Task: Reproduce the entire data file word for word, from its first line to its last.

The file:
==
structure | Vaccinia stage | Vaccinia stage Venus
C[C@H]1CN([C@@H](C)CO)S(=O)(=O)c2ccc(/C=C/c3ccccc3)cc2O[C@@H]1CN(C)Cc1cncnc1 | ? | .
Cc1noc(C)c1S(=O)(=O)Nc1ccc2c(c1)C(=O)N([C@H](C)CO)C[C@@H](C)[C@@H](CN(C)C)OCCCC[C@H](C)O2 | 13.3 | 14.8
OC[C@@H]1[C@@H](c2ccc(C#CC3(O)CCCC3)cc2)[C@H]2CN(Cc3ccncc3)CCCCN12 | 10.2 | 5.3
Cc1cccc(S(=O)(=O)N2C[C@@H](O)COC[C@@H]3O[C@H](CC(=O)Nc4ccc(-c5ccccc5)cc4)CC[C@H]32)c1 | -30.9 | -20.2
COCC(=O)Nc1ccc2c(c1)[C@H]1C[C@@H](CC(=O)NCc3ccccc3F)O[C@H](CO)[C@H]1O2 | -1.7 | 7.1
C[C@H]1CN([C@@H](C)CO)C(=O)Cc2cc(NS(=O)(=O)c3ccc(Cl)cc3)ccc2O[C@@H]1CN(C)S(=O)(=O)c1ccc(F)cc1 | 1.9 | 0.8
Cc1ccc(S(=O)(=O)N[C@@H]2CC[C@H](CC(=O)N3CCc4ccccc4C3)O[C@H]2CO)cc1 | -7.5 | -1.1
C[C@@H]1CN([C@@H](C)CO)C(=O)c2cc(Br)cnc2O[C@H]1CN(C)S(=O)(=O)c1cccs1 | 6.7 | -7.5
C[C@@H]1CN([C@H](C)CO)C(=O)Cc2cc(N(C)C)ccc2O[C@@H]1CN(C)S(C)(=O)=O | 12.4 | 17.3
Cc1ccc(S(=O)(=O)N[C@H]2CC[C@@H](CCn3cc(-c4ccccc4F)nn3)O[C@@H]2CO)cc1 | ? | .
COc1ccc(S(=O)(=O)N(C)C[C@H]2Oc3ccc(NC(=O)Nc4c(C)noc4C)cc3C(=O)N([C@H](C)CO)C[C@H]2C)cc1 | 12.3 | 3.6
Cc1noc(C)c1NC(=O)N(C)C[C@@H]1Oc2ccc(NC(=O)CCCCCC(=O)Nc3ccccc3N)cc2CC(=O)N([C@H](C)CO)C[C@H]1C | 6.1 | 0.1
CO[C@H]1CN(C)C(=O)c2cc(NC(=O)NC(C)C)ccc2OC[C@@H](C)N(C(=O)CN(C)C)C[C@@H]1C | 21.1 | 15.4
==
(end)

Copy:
structure | Vaccinia stage | Vaccinia stage Venus
C[C@H]1CN([C@@H](C)CO)S(=O)(=O)c2ccc(/C=C/c3ccccc3)cc2O[C@@H]1CN(C)Cc1cncnc1 | ? | .
Cc1noc(C)c1S(=O)(=O)Nc1ccc2c(c1)C(=O)N([C@H](C)CO)C[C@@H](C)[C@@H](CN(C)C)OCCCC[C@H](C)O2 | 13.3 | 14.8
OC[C@@H]1[C@@H](c2ccc(C#CC3(O)CCCC3)cc2)[C@H]2CN(Cc3ccncc3)CCCCN12 | 10.2 | 5.3
Cc1cccc(S(=O)(=O)N2C[C@@H](O)COC[C@@H]3O[C@H](CC(=O)Nc4ccc(-c5ccccc5)cc4)CC[C@H]32)c1 | -30.9 | -20.2
COCC(=O)Nc1ccc2c(c1)[C@H]1C[C@@H](CC(=O)NCc3ccccc3F)O[C@H](CO)[C@H]1O2 | -1.7 | 7.1
C[C@H]1CN([C@@H](C)CO)C(=O)Cc2cc(NS(=O)(=O)c3ccc(Cl)cc3)ccc2O[C@@H]1CN(C)S(=O)(=O)c1ccc(F)cc1 | 1.9 | 0.8
Cc1ccc(S(=O)(=O)N[C@@H]2CC[C@H](CC(=O)N3CCc4ccccc4C3)O[C@H]2CO)cc1 | -7.5 | -1.1
C[C@@H]1CN([C@@H](C)CO)C(=O)c2cc(Br)cnc2O[C@H]1CN(C)S(=O)(=O)c1cccs1 | 6.7 | -7.5
C[C@@H]1CN([C@H](C)CO)C(=O)Cc2cc(N(C)C)ccc2O[C@@H]1CN(C)S(C)(=O)=O | 12.4 | 17.3
Cc1ccc(S(=O)(=O)N[C@H]2CC[C@@H](CCn3cc(-c4ccccc4F)nn3)O[C@@H]2CO)cc1 | ? | .
COc1ccc(S(=O)(=O)N(C)C[C@H]2Oc3ccc(NC(=O)Nc4c(C)noc4C)cc3C(=O)N([C@H](C)CO)C[C@H]2C)cc1 | 12.3 | 3.6
Cc1noc(C)c1NC(=O)N(C)C[C@@H]1Oc2ccc(NC(=O)CCCCCC(=O)Nc3ccccc3N)cc2CC(=O)N([C@H](C)CO)C[C@H]1C | 6.1 | 0.1
CO[C@H]1CN(C)C(=O)c2cc(NC(=O)NC(C)C)ccc2OC[C@@H](C)N(C(=O)CN(C)C)C[C@@H]1C | 21.1 | 15.4